Sciatica and Shoes – Your Shoes Can Be The Harbinger Of Pain
Sciatica and Shoes
Shoes are practically amongst the most common things that we use in our daily lives. Almost everyone wears a shoe, though some like it and others don’t. Although this is a matter of personal choice, it is the society which imposes the need for us to wear shoes on a daily basis. If you are a sufferer of sciatic pain and are undergoing therapy, you probably do have an idea of the various aspects in your daily life that affect the pain and the condition as a whole. Sciatica is a common condition in the present times, and there are numerous ways in which you can treat it. The cures for the condition range from natural to medicinal, and you are free to make your own choice.
Unfortunately, there are a few aspects that are mostly overlooked when treating sciatic pain. Your shoes are just one aspect which seldom gets the attention it deserves, especially when discussing sciatic pain. If you are in the habit of wearing high-heeled shoes throughout the day, you are inviting sciatic nerve pain. In fact, the reference is not limited to only high-heeled shoes. Any shoe which does help in keeping your feet straight and flat on the ground is a shoe that is capable of causing sciatica. Wearing heeled shoes all throughout the day implies that you are standing on your toes the entire day. This way, you put unnecessary stress on the back of your legs, and this is also the place where your sciatic nerve runs. Wearing high heeled shoes regularly and for long, therefore, is not only uncomfortable but also equally dangerous.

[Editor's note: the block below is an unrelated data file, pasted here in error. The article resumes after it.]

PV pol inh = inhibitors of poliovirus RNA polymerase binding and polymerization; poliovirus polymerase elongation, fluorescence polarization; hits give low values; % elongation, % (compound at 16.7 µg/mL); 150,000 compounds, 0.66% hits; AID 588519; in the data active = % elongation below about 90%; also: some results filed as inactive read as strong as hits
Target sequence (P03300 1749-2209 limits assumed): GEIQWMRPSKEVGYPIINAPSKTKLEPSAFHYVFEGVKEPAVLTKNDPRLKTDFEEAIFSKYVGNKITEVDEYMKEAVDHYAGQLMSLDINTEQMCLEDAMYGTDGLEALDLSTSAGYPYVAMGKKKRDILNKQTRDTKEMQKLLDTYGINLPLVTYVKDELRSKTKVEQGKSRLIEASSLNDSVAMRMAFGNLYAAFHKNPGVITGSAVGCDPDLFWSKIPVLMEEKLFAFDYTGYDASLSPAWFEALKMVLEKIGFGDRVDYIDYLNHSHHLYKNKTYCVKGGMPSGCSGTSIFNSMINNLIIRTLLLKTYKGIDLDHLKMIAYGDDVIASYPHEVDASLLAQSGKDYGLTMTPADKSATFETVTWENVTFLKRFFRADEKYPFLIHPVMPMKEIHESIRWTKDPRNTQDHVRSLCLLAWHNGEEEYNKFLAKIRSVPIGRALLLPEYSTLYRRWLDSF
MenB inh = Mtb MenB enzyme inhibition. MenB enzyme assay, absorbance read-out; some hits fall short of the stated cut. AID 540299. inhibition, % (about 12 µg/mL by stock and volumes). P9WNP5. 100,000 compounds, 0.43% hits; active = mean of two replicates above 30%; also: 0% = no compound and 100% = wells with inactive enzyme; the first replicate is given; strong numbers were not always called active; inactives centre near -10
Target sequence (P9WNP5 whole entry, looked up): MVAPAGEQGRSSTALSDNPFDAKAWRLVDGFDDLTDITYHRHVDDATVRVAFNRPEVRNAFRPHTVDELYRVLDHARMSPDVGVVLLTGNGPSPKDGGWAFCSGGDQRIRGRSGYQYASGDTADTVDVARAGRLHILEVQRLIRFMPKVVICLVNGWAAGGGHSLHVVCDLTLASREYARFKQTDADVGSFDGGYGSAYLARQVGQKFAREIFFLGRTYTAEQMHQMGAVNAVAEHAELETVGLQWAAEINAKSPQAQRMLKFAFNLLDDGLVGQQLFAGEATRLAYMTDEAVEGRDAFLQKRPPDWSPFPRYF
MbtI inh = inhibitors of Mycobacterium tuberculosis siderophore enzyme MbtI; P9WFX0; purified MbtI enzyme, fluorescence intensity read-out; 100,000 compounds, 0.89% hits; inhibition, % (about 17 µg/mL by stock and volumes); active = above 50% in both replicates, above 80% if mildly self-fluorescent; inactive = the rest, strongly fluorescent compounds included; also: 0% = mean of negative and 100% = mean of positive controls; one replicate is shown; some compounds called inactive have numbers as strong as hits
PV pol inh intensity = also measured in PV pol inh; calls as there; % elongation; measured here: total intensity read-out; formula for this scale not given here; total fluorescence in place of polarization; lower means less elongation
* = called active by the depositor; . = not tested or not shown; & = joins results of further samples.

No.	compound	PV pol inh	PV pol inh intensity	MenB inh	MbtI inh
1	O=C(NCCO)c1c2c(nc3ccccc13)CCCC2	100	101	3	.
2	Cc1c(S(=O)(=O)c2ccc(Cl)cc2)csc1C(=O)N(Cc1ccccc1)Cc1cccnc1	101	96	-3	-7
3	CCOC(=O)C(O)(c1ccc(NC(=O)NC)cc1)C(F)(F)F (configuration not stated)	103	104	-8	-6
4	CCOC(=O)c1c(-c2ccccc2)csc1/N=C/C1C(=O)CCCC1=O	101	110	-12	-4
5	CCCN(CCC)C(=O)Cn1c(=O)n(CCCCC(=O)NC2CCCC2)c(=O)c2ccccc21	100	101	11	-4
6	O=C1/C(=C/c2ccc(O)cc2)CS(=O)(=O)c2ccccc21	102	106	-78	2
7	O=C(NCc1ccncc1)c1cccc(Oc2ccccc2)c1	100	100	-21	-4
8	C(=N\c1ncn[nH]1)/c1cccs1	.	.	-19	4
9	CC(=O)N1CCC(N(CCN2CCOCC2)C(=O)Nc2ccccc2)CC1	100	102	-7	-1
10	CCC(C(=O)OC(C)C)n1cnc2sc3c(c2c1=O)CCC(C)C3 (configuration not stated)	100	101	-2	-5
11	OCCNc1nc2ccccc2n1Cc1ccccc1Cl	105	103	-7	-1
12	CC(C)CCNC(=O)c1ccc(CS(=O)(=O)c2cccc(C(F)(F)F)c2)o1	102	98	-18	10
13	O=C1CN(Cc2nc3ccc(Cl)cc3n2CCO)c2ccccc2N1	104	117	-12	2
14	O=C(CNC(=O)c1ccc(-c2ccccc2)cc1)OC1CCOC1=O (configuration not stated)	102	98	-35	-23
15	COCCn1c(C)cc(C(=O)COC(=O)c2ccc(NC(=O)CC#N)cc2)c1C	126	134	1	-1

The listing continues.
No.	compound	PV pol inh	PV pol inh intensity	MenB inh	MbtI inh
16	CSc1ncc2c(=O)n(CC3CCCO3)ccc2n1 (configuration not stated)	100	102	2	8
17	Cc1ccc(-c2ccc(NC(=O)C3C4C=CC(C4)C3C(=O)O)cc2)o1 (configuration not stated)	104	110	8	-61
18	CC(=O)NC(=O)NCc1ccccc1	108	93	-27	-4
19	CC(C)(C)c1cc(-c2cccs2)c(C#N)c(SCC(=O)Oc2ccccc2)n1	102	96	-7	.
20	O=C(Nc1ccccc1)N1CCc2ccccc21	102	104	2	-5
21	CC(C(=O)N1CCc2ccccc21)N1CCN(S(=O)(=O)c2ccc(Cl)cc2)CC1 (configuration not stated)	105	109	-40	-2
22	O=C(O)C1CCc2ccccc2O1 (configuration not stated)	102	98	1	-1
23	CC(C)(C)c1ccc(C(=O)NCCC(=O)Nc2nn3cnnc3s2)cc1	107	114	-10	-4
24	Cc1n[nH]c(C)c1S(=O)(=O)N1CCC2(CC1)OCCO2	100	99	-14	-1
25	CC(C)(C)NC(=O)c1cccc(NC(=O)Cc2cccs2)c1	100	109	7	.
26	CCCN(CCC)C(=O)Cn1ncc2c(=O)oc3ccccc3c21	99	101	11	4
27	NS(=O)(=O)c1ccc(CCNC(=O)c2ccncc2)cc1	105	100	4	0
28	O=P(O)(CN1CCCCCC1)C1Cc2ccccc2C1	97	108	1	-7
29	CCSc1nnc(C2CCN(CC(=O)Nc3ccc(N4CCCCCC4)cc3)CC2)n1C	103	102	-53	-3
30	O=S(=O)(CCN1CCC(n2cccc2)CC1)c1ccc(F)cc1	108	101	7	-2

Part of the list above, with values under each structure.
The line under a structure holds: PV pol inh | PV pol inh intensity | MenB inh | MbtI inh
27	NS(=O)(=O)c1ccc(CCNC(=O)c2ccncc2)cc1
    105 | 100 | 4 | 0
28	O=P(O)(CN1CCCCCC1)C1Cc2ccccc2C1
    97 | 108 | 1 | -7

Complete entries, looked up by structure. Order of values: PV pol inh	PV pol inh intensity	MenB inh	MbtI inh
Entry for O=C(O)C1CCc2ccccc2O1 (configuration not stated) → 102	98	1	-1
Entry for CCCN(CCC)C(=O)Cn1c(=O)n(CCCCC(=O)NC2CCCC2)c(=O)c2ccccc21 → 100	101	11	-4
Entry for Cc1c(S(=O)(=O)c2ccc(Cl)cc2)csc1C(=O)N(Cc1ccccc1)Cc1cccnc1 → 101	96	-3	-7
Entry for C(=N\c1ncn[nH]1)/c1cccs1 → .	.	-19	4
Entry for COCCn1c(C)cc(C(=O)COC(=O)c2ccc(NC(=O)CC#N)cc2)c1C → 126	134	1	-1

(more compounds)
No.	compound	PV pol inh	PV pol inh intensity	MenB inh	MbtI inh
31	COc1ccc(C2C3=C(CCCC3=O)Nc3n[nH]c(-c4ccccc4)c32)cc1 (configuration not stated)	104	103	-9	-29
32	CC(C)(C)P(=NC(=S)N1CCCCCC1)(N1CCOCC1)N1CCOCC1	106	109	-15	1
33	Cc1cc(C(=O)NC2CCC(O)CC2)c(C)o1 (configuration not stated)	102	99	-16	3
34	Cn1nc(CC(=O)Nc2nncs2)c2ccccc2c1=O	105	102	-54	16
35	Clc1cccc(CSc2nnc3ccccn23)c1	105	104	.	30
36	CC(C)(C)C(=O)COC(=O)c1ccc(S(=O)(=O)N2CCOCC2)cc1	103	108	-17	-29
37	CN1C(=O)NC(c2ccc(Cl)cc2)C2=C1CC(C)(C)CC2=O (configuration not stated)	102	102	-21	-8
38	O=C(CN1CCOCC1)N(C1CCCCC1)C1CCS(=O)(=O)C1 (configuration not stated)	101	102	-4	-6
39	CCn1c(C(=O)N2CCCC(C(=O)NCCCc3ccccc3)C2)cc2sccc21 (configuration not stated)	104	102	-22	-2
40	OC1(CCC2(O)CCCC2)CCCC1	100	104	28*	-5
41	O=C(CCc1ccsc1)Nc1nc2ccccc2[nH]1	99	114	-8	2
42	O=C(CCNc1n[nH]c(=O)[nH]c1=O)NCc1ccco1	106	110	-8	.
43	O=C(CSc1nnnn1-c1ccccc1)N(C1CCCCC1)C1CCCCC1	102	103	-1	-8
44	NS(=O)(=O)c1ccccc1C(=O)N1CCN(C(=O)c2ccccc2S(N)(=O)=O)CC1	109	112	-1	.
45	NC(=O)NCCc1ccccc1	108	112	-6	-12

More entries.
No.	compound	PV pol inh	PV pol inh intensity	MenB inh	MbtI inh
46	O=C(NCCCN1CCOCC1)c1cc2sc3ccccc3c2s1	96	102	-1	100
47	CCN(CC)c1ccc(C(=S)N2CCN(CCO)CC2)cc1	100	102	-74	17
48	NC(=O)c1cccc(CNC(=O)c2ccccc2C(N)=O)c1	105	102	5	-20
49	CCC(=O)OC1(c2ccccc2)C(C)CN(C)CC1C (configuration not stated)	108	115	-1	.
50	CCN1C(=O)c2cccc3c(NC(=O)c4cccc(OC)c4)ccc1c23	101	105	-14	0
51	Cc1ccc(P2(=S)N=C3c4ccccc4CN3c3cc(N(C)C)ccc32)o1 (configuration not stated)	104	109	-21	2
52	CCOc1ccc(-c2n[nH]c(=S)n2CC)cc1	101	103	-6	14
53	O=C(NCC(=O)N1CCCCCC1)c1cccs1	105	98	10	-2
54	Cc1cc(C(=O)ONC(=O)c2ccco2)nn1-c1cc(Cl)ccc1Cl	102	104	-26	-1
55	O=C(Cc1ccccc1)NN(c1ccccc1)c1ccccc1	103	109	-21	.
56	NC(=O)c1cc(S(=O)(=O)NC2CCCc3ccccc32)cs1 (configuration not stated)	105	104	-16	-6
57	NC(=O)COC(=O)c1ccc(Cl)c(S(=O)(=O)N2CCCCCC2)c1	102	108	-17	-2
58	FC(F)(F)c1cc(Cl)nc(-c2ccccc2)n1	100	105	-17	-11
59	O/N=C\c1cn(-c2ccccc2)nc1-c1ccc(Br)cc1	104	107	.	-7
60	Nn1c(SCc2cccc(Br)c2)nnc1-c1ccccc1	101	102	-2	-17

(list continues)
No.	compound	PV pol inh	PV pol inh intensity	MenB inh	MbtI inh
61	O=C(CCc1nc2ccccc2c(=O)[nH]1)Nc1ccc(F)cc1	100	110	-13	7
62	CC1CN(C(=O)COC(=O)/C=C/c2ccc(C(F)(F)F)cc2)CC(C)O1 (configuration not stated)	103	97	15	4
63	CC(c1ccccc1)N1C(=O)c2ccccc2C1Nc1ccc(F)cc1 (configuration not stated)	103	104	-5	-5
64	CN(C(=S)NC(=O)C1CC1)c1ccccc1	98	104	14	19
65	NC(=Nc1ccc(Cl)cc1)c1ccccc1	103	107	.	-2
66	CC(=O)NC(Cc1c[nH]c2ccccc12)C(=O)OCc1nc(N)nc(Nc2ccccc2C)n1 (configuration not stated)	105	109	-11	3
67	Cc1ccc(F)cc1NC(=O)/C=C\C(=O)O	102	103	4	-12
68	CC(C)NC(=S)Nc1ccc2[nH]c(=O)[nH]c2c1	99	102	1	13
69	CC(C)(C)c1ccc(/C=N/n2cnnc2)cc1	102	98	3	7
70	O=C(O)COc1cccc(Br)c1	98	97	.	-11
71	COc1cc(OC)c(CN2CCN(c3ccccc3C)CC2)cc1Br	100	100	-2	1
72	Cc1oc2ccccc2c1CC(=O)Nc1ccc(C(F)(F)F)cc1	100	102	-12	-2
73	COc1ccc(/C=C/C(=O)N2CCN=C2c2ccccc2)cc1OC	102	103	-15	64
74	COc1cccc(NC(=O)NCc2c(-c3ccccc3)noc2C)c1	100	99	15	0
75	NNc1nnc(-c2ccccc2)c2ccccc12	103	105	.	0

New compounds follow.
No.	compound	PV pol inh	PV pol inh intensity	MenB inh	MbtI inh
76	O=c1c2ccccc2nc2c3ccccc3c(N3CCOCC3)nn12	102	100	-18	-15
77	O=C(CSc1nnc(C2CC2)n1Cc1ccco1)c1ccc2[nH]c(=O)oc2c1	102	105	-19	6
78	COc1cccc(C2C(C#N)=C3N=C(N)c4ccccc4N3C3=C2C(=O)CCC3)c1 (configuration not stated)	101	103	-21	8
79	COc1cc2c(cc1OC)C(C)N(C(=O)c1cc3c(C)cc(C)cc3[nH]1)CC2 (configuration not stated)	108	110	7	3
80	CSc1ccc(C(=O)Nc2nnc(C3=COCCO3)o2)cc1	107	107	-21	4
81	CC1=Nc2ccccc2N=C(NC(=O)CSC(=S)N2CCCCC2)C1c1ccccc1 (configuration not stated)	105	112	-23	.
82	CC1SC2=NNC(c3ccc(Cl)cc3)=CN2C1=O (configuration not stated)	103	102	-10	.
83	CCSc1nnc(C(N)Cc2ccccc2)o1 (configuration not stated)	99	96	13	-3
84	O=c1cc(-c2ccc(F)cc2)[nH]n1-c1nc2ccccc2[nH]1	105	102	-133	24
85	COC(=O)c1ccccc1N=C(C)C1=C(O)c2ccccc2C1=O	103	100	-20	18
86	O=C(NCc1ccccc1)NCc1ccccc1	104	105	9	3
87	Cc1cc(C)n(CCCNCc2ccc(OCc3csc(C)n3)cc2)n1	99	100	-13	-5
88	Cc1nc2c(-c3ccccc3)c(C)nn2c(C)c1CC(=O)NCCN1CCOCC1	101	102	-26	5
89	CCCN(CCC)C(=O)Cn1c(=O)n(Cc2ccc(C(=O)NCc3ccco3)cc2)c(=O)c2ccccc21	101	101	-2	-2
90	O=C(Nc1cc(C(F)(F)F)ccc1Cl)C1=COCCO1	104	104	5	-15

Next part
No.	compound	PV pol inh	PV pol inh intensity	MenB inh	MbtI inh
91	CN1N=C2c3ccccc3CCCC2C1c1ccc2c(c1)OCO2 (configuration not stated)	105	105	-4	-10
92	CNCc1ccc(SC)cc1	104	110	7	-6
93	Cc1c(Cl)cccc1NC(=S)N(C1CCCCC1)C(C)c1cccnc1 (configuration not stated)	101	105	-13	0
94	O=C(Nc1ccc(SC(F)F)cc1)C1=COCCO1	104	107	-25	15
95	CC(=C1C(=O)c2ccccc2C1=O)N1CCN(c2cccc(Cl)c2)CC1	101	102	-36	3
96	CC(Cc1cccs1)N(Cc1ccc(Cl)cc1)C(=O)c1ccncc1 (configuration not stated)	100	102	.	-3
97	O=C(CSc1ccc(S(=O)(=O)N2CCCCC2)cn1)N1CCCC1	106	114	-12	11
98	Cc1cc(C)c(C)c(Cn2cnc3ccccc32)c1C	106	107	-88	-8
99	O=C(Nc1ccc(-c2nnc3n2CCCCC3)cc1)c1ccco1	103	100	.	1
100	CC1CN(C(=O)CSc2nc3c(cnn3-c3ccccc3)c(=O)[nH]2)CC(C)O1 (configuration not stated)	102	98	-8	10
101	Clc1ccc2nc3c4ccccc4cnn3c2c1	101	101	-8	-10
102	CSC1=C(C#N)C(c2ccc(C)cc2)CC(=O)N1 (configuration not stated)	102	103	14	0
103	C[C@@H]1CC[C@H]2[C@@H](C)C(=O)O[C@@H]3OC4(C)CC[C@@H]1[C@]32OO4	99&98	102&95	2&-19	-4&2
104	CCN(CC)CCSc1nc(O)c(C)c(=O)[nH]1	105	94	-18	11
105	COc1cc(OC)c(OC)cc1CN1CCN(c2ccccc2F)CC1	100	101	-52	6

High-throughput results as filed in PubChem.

Nevertheless, it is still important for many of us to wear shoes on a regular basis. Therefore, we highlight below some points for you to consider when making your next shoe purchase.
Believe it or not, heels are capable of causing sciatica pain. Now, we all know how pretty they look and the effect they have on the overall femininity of a woman. You have to get used to them, and by the time you feel comfortable walking in your new pair of high heels, you develop sciatica. Sciatica can be very discomforting at times, and before you realize, all your joys of enjoying the glamour girl style are washed away. What actually happens is that the heels tend to form a naturally-shaped arch and this result in an unintentional rotation of your pelvis in the downward direction. In response, a compression forms in your lower back, thereby causing sciatic flare.
Interestingly, those monstrous stilettos are not the only ones to be blamed for sciatica pain. Simple sneakers are no less, and even those workout shoes which boast of well-cushioned heels may leave just a slight angle for the rotation of your pelvis, thus leading to sciatic pain.